The area has been settled since around the 12th century and was known to Maori as Ahuriri. By the time James Cook eyeballed it in October 1769, Ngati Kuhungunu was the dominant tribe, controlling the coast to Wellington.
In the 1830s whalers malingered around Ahuriri, establishing a trading base in 1839. By the 1850s the Crown had purchased – by often dubious means – 1.4-million-acres of Hawkes Bay land, leaving Ngati Kuhungunu with less than 4000 acres. The town of Napier was planned in 1854 and obsequiously named after the British general and colonial administrator Charles Napier.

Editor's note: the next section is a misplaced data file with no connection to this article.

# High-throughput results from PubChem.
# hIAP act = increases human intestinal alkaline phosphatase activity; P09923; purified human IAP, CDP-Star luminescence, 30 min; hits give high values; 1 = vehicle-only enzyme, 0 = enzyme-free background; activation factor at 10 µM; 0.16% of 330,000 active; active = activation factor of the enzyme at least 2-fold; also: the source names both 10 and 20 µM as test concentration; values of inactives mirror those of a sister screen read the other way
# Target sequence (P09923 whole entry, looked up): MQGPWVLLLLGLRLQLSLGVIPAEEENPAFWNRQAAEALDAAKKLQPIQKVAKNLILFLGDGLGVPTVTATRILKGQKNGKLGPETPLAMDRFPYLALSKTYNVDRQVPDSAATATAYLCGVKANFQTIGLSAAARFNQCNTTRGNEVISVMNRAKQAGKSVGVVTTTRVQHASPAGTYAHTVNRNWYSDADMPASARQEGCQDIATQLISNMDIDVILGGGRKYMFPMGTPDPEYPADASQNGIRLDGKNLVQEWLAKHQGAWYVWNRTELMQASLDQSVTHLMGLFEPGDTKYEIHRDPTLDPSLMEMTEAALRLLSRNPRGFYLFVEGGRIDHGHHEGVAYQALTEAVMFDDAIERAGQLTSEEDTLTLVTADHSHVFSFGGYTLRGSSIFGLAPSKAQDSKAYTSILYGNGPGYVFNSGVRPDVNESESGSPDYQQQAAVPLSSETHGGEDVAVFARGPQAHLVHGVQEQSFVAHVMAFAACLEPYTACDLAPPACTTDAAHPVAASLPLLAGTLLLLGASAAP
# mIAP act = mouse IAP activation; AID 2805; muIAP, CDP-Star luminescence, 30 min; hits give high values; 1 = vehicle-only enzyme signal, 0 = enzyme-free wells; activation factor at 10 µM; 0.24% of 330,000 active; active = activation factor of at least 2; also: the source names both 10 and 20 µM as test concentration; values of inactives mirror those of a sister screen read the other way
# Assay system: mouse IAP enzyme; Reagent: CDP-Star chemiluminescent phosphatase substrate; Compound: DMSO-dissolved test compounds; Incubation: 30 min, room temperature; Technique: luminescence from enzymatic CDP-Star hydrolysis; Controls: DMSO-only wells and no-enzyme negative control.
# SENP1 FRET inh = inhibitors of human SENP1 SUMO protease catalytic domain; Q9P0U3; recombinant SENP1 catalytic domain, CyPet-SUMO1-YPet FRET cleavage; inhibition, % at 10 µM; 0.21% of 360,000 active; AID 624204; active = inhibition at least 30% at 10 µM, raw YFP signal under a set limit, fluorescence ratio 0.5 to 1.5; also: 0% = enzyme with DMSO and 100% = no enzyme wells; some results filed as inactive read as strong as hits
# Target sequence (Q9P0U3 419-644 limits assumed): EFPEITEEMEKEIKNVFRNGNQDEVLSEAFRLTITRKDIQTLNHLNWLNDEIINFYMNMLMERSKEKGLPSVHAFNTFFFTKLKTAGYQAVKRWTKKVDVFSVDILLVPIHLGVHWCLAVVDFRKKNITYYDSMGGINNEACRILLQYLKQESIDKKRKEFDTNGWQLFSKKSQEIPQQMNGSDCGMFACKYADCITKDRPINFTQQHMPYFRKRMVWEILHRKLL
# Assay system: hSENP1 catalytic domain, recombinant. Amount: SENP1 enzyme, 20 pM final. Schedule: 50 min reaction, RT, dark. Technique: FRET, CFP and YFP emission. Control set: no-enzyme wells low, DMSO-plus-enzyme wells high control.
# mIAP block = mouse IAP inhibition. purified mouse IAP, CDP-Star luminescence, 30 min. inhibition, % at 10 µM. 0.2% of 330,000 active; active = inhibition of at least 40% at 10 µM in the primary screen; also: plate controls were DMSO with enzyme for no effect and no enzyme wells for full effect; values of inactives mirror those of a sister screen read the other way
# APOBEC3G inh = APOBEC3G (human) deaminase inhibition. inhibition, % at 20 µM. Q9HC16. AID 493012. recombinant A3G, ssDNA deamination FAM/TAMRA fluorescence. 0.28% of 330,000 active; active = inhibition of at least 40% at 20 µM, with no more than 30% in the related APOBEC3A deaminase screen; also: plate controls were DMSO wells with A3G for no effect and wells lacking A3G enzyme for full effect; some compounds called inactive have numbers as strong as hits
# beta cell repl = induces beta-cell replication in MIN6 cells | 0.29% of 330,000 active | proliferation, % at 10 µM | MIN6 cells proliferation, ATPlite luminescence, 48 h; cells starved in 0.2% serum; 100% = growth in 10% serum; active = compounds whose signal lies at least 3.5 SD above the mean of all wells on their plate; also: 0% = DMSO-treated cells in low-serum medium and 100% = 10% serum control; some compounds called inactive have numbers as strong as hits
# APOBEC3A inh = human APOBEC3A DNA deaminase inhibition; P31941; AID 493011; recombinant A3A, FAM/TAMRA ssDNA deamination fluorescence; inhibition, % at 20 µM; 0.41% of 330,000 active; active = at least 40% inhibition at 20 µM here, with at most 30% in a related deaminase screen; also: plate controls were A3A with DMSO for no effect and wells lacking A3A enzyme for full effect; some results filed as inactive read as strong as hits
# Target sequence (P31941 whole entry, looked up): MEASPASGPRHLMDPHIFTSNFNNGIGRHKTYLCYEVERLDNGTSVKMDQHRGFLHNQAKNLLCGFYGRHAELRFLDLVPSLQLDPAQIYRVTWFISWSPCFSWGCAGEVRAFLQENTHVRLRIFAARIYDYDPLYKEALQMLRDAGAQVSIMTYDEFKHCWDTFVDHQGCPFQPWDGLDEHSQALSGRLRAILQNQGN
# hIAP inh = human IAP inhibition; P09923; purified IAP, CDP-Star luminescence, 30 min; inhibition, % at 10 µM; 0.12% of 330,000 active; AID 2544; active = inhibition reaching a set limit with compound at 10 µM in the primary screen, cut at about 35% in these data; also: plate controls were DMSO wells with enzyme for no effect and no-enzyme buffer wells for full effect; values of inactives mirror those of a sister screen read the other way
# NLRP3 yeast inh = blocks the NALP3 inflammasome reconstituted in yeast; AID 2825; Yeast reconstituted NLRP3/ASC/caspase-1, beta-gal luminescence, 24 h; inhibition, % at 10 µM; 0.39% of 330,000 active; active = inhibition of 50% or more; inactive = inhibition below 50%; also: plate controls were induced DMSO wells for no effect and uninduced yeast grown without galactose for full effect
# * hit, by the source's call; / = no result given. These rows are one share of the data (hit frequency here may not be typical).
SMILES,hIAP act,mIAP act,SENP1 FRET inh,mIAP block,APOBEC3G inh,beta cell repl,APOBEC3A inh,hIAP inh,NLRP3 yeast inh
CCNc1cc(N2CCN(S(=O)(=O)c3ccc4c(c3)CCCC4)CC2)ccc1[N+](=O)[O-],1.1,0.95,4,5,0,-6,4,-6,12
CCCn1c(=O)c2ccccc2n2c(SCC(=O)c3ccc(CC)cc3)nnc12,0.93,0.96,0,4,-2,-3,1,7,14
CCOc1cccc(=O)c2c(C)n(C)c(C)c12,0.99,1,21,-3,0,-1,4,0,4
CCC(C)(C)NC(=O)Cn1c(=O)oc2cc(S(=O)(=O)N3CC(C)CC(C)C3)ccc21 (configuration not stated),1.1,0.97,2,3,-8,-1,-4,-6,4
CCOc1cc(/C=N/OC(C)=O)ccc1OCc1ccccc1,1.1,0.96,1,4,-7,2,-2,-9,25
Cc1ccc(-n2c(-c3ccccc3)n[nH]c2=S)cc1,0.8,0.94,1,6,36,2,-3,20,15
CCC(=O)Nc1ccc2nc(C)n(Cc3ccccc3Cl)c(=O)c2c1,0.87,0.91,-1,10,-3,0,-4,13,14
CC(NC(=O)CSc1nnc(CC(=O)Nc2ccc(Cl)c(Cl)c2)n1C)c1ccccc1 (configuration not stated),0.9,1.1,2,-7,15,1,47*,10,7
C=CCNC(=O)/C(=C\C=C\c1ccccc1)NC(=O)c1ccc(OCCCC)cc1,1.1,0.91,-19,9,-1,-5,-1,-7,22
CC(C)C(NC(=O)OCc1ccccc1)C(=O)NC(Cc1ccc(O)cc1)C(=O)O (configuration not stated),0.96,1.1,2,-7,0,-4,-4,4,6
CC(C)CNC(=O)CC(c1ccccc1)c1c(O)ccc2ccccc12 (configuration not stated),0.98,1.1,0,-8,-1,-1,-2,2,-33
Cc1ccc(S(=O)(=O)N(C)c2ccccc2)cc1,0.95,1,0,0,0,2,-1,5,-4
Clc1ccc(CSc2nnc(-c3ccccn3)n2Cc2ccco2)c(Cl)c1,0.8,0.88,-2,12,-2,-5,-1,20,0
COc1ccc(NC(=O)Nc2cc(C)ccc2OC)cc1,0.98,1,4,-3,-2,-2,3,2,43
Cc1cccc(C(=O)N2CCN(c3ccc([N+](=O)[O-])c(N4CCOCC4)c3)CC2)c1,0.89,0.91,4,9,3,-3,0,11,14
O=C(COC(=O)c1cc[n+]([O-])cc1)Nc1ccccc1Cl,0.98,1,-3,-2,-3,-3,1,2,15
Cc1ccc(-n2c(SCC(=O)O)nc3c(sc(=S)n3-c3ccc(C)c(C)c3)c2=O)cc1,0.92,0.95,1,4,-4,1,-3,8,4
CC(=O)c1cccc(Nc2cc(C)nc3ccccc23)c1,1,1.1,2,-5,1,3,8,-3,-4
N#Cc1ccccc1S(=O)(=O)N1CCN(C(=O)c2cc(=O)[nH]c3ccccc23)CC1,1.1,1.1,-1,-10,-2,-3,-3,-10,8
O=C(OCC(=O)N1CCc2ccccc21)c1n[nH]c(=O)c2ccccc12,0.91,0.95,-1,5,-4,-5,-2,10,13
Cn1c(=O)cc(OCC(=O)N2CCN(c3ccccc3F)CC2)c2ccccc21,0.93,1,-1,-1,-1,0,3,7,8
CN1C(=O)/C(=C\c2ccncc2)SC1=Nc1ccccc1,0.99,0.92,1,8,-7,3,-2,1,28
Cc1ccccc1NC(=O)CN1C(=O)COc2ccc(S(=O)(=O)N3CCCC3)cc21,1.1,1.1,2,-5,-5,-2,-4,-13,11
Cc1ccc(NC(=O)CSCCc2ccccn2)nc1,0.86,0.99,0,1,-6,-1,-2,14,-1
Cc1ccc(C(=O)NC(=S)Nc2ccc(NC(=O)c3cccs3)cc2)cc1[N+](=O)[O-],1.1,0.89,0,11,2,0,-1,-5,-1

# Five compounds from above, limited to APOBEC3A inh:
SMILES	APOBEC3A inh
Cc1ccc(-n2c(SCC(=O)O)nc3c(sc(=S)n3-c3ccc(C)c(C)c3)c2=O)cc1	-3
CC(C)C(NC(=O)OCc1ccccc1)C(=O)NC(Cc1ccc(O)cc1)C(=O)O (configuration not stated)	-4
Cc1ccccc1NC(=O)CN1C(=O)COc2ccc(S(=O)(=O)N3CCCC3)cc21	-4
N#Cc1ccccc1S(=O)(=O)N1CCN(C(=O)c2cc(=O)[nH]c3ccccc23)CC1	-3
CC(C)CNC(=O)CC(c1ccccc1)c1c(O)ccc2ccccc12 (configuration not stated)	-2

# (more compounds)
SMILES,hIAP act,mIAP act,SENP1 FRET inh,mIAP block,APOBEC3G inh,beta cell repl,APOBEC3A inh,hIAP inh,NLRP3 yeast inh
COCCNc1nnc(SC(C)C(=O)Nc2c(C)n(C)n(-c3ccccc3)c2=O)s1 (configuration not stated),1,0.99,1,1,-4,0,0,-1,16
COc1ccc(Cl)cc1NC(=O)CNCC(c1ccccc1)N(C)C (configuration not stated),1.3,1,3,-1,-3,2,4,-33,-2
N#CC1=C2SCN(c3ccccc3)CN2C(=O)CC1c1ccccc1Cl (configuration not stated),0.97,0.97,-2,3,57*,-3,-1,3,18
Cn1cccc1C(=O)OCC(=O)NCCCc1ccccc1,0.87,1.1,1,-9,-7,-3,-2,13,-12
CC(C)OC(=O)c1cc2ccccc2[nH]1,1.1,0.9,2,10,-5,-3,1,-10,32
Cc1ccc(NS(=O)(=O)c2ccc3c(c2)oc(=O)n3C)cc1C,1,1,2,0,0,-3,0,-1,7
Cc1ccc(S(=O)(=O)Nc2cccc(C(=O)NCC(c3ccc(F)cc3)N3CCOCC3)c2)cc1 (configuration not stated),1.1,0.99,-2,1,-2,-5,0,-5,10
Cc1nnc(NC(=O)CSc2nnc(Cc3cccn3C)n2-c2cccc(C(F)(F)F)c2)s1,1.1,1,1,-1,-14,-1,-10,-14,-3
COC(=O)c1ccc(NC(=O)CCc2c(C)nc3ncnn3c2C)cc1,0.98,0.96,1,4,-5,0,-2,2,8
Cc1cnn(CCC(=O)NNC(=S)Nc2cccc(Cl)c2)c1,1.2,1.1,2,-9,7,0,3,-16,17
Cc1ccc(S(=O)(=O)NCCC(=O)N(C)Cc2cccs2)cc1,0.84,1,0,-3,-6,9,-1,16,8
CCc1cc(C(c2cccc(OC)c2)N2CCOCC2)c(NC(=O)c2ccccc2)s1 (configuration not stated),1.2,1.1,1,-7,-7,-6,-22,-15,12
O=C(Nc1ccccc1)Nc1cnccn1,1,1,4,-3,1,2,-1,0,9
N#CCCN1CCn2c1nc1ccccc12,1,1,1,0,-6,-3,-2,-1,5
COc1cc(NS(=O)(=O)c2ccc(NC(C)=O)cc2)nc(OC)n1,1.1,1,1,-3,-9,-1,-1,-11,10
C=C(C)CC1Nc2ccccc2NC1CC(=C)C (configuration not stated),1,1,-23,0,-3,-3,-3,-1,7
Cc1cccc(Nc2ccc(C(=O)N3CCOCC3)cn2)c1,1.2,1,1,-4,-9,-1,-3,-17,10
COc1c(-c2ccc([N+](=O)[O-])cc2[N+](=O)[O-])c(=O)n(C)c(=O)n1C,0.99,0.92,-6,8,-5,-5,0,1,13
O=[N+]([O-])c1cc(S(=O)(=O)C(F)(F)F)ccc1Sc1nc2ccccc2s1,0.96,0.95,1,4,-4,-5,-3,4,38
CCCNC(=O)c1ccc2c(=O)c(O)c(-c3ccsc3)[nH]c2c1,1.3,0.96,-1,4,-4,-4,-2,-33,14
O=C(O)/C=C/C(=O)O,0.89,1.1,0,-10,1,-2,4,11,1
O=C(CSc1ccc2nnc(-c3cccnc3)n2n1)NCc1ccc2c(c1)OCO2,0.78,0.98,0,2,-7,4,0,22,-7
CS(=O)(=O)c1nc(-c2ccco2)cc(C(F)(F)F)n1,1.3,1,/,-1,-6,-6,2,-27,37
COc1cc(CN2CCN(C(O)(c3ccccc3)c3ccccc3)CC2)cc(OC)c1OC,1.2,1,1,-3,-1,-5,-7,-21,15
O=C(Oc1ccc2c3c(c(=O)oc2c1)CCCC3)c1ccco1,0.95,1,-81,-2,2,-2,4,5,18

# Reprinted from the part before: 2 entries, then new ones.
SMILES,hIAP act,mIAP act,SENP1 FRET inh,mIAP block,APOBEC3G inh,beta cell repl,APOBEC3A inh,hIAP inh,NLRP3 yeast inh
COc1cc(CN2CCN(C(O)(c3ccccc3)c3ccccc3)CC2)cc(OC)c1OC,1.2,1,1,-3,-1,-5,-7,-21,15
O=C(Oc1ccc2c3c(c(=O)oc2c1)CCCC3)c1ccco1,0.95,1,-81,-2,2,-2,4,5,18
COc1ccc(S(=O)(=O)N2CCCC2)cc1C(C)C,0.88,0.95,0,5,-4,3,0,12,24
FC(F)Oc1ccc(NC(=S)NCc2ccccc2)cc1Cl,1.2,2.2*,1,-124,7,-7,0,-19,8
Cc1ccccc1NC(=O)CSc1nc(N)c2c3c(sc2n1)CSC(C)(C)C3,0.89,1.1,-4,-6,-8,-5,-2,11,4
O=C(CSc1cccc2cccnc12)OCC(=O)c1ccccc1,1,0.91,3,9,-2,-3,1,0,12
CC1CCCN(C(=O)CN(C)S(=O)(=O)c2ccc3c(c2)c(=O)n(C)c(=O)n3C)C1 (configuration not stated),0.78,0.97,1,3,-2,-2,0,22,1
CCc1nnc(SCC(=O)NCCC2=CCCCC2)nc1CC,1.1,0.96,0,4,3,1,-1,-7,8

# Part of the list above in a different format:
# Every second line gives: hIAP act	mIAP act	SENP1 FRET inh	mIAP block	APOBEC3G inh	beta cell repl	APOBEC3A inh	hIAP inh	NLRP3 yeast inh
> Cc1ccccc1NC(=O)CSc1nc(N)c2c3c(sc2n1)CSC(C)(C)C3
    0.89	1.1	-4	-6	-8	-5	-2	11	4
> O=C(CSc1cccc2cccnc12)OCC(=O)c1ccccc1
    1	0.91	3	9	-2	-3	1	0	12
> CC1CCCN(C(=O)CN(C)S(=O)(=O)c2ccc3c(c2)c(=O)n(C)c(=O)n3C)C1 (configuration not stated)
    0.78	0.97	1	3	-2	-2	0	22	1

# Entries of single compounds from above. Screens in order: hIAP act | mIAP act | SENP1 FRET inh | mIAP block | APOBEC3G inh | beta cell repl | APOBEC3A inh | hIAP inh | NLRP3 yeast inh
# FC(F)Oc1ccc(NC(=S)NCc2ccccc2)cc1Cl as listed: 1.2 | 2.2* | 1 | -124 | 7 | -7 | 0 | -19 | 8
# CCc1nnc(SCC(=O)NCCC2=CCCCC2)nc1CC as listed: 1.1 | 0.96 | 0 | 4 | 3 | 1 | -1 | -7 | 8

At 10.46am on February 3 1931, the city was levelled by a catastrophic earthquake (7.9 on the Richter scale). Fatalities in Napier and nearby Hastings numbered 258. Napier suddenly found itself 40 sq km larger, as the earthquake heaved sections of what was once a lagoon 2m above sea level (Napier Airport was once more ‘port’, less ‘air’). The government claimed the extra land, also taking (without compensation) six former Ngati Kuhungunu islands. A fevered rebuilding programme ensued, constructing one of the world’s most uniformly Art-Deco cities.